Poverty is a state of being extremely poor. As stated by The World Bank Organisation, “the most commonly used way to measure poverty is based on incomes. A person is considered poor if his or her income level falls below some minimum level necessary to meet basic needs. This minimum level is usually called the “poverty line”. What is necessary to satisfy basic needs varies across time and societies. Therefore, poverty lines vary in time and place, and each country uses lines which are appropriate to its level of development, societal norms and values.”  As stated on the UK Poverty reports of 2017, 14 million people in the UK live in poverty. This amounts for about one in five of the population. Broken down, this is eight million working-age adults, four million children and 1.9 million pensioners living in poverty in the UK (JRF, 2018). The factors that contribute to a rise in poverty are numerous, some of which include: the country’s economy, unemployment and lack of adequate psychiatric care. These different issues are interrelated as an improvement with one component will affect another component as they all come together to alter the level of homelessness. Lack of financial stability in general equates to more difficulty with housing.

Homelessness is an extremely heterogeneous subject with people becoming homeless for a multitude of reasons including unemployment, which is the leading factor of poverty. Unemployment and poverty go hand in hand. Unemployment from an economic standpoint refers to when a person who is capable and in search of employment is unable to secure work.  With employment, an individual sells his or her labour for an income. That individual or household’s income is their mode of consumption in the economy. Economic consumption comes in the form of goods and services and this includes housing.

Through this analysis, one can draw a connection between unemployment and homelessness. If an individual is unemployed, they do not earn an income which makes them unable to pay for adequate housing or housing at all and this is the case for many inhabitants of the UK. This makes unemployment one of the precipitating factors of homelessness. The high levels of unemployment and issues arising in the workforce have made it extremely difficult for individuals and households to meet their basic needs and this case is especially so for individuals and households that are not entitled to welfare benefits and assistance from the government.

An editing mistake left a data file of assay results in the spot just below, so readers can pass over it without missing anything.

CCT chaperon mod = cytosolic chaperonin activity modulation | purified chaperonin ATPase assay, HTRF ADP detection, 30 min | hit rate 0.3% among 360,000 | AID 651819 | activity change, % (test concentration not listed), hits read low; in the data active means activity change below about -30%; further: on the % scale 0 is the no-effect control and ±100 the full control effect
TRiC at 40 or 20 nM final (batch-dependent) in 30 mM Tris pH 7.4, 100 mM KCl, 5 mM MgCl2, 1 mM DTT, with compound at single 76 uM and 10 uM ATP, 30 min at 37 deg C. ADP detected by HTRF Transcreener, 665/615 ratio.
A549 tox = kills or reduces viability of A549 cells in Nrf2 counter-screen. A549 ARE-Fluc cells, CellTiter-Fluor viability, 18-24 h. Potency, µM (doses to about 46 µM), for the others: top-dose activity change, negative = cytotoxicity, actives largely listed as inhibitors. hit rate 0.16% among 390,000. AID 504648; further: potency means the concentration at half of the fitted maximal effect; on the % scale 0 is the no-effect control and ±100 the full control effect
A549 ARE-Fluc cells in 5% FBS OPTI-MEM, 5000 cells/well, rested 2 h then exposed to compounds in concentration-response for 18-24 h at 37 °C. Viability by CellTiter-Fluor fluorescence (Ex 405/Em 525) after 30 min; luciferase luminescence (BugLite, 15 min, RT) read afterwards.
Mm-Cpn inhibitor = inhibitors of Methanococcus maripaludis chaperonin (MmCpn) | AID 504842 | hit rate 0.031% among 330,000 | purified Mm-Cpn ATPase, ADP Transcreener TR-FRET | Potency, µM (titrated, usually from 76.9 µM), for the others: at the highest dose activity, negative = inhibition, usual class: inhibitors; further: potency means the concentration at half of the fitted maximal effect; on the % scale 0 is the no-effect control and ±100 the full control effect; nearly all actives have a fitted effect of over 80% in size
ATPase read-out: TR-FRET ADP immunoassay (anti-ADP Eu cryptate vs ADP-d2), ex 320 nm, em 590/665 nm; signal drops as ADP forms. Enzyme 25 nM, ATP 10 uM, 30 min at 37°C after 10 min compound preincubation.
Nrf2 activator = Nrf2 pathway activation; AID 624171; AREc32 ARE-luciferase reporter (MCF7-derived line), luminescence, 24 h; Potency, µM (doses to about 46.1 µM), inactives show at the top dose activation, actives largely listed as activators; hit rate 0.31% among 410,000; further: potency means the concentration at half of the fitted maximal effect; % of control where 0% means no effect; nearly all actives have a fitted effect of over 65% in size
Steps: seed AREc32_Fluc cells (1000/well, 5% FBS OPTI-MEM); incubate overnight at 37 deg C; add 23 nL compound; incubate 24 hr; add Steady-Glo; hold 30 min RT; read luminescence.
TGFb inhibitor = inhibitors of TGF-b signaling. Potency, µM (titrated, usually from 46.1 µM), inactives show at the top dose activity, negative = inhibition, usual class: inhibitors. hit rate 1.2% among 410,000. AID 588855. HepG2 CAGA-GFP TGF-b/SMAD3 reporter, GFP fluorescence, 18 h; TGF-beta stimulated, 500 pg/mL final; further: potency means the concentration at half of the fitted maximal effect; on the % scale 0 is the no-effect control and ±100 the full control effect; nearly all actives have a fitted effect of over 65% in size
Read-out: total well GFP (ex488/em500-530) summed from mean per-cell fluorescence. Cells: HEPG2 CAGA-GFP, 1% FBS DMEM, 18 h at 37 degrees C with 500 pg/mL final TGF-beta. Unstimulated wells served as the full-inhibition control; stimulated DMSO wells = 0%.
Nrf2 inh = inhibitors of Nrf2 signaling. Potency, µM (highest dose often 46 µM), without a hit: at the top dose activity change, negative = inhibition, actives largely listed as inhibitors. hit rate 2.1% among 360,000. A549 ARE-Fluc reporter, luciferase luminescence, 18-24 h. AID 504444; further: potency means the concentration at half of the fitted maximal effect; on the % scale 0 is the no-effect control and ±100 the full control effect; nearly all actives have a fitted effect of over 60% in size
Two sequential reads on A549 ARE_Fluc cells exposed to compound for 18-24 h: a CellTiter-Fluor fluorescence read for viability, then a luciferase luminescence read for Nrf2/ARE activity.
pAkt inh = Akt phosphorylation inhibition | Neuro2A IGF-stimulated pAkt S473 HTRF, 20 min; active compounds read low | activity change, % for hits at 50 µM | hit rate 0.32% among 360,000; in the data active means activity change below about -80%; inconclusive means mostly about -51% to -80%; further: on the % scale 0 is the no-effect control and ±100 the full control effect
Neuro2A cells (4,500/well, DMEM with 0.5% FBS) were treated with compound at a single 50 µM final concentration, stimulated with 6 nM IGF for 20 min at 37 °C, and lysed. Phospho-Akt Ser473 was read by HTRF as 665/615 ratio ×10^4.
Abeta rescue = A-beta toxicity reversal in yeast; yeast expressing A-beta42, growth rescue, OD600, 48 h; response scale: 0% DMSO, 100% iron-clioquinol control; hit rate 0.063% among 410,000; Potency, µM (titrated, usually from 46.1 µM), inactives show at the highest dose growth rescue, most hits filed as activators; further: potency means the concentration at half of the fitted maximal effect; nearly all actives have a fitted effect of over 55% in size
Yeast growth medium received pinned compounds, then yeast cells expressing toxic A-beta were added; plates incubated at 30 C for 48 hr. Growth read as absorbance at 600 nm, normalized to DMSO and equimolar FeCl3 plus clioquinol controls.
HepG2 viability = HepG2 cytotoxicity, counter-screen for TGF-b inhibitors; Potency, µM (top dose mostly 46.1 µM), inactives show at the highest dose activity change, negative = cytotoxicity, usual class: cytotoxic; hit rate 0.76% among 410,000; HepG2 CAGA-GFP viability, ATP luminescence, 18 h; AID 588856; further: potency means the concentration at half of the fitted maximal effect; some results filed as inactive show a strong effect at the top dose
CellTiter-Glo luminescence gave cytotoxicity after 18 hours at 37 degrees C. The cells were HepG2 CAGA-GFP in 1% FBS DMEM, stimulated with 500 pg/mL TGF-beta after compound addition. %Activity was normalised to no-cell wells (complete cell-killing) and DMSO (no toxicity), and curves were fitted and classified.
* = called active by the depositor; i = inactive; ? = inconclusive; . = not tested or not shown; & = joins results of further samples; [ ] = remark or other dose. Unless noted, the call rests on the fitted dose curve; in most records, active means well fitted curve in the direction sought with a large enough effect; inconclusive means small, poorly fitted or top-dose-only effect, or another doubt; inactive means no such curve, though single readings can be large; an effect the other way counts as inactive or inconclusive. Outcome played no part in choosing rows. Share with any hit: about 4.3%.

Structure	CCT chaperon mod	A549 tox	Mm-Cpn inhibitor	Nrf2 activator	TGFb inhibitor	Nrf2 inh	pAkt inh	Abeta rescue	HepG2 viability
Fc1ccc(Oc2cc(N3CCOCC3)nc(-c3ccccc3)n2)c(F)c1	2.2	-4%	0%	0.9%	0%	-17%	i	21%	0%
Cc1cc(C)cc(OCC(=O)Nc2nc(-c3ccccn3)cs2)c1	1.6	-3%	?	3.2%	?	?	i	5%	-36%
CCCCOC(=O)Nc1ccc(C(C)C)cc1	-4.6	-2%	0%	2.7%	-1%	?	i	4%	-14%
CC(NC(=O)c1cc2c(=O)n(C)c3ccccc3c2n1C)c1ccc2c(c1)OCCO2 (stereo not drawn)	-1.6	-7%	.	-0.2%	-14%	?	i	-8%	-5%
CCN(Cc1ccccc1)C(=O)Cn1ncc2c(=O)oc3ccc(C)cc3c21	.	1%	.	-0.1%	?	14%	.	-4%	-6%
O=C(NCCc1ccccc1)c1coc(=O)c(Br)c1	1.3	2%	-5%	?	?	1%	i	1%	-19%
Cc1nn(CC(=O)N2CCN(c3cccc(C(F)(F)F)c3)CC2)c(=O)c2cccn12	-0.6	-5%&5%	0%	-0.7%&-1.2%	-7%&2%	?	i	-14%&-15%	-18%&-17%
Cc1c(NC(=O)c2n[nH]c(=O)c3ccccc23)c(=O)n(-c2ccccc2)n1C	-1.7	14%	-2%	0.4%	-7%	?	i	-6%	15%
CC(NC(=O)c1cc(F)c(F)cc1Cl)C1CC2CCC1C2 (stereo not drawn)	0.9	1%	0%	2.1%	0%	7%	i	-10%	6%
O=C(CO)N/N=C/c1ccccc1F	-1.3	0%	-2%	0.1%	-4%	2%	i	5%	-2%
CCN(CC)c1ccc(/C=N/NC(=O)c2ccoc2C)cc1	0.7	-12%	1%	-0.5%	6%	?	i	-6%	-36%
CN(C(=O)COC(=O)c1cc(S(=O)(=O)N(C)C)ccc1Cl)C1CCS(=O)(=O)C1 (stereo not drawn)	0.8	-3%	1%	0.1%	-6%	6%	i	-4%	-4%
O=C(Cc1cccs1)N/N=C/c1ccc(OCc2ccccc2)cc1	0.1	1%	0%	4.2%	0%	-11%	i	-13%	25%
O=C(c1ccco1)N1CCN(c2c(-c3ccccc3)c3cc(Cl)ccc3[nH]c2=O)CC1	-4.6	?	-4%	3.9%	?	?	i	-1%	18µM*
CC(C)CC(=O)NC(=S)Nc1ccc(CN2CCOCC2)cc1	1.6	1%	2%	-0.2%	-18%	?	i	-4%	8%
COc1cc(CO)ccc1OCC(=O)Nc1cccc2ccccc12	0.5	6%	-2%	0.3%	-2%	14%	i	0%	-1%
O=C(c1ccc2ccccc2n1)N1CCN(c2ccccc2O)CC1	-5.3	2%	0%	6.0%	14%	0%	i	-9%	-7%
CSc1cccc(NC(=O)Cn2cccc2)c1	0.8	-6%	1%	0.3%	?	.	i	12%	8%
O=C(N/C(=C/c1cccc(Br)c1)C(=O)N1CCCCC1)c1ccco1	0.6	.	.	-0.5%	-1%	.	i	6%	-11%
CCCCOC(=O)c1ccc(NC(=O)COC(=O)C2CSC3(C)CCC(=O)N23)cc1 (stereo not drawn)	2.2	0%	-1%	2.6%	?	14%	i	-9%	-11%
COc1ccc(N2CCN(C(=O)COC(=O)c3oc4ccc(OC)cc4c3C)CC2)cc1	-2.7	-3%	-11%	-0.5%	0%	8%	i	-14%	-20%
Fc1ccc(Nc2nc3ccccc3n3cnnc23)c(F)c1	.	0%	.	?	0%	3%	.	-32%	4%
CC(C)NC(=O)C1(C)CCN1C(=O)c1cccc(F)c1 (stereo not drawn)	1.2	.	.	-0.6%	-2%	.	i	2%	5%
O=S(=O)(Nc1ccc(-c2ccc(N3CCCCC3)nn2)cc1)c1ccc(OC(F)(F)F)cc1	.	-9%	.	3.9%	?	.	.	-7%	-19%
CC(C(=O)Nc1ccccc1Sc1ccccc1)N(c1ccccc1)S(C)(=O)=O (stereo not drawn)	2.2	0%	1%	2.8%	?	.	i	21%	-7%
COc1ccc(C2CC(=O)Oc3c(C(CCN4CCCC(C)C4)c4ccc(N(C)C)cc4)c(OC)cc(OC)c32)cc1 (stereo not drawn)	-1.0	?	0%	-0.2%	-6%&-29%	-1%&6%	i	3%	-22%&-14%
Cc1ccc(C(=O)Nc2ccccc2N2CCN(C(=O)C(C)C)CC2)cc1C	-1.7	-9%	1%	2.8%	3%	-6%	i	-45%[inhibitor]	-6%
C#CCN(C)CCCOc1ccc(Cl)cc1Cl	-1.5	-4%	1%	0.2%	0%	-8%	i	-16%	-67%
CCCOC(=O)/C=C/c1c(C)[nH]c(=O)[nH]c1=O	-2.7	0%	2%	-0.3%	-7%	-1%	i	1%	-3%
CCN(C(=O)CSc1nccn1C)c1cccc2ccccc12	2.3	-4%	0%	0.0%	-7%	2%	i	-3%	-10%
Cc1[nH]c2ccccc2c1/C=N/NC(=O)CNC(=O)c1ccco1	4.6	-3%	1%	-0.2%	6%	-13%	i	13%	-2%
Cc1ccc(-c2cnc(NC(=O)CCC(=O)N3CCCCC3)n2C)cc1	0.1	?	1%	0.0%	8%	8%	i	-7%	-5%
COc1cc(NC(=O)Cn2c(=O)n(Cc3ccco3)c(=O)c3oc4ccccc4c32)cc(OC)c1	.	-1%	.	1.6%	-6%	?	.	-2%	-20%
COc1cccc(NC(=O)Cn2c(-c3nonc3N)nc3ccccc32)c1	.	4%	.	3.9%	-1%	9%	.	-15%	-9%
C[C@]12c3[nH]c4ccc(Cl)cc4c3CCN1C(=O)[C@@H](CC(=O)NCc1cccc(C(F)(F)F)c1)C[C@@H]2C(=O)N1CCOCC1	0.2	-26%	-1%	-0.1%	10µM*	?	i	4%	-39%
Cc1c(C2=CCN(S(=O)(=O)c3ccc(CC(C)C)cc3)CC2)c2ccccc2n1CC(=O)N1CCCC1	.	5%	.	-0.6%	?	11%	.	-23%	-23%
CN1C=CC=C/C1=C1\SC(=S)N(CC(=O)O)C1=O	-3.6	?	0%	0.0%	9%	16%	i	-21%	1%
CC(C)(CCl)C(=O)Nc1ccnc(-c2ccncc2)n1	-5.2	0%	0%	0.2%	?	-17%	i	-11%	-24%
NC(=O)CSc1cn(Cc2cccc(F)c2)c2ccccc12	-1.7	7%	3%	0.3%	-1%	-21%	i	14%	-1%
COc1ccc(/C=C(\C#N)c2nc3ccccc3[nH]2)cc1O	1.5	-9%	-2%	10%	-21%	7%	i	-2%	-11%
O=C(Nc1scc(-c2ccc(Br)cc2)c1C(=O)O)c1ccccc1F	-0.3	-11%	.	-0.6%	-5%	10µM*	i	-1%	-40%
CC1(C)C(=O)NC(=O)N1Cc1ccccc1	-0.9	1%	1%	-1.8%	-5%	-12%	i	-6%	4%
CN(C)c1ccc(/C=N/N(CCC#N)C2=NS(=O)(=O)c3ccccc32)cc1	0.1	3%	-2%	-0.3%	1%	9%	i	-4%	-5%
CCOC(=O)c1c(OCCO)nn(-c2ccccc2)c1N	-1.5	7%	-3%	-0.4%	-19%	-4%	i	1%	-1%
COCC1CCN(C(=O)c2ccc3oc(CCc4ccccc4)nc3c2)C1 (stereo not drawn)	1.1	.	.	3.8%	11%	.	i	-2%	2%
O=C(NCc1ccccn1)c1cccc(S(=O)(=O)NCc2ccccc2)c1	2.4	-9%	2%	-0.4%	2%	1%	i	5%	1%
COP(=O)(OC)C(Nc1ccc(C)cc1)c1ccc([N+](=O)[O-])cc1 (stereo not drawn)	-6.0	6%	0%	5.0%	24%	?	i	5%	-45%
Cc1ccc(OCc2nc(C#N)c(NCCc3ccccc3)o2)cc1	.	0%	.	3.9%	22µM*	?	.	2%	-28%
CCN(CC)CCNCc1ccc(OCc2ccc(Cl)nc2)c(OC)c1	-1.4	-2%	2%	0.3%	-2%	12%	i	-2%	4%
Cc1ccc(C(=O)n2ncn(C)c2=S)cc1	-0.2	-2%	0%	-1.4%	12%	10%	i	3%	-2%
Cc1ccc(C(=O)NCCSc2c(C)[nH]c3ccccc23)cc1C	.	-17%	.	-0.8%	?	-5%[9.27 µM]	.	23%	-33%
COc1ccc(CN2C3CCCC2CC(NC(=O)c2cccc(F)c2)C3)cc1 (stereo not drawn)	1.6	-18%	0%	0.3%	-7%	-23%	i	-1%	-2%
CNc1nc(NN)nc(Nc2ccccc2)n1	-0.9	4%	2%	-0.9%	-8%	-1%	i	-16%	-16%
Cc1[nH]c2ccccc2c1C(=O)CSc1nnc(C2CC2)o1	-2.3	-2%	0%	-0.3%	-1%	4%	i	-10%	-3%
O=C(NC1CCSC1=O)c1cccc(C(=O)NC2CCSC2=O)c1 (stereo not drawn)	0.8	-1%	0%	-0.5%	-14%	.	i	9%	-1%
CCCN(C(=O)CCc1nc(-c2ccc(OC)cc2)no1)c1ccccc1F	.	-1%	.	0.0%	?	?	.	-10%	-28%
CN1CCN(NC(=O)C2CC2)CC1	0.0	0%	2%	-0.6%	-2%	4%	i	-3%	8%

Crane et al (2005) conducted interviews in selected countries, including the UK. A total of 122 older people and newly homeless were interviewed. During the interview, information was recorded on the problems that contributed to them becoming homeless and many spoke on mental health, their accommodation being sold and other factors. However, a significant number of individuals spoke on unemployment and how it affected their housing situation directly and indirectly. For example, a subject mentioned his case of the death of his partner, leading to depression and eventually, unemployment that resulted in homelessness.  This proves the plausibility of a link between unemployment and homelessness in 1999, of which Nunez and Fox mentioned in their study of Family Homelessness across America, that unemployment is a key driver of family homelessness. It was also brought to light that even with the availability of work; the fact that an applicant is homeless can come against them in obtaining that job. The link between unemployment and homelessness is a cycle. Unemployment can lead to homelessness and homelessness can further unemployment. The rise in unemployment in the UK has contributed to the recent rise in homelessness in the UK.